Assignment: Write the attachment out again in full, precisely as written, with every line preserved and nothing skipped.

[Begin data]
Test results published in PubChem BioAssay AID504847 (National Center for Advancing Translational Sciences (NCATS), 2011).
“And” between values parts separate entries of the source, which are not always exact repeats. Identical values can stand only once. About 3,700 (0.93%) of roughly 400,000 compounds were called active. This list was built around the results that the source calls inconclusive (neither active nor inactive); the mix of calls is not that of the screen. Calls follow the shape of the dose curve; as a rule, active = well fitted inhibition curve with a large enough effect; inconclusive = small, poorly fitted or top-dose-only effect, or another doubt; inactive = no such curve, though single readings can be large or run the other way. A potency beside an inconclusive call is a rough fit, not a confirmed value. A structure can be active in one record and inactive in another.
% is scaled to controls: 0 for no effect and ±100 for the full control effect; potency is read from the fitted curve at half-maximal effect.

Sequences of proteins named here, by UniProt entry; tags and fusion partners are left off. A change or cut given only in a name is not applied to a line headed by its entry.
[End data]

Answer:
Test results published in PubChem BioAssay AID504847 (National Center for Advancing Translational Sciences (NCATS), 2011).
“And” between values parts separate entries of the source, which are not always exact repeats. Identical values can stand only once. About 3,700 (0.93%) of roughly 400,000 compounds were called active. This list was built around the results that the source calls inconclusive (neither active nor inactive); the mix of calls is not that of the screen. Calls follow the shape of the dose curve; as a rule, active = well fitted inhibition curve with a large enough effect; inconclusive = small, poorly fitted or top-dose-only effect, or another doubt; inactive = no such curve, though single readings can be large or run the other way. A potency beside an inconclusive call is a rough fit, not a confirmed value. A structure can be active in one record and inactive in another.
% is scaled to controls: 0 for no effect and ±100 for the full control effect; potency is read from the fitted curve at half-maximal effect.

Sequences of proteins named here, by UniProt entry; tags and fusion partners are left off. A change or cut given only in a name is not applied to a line headed by its entry.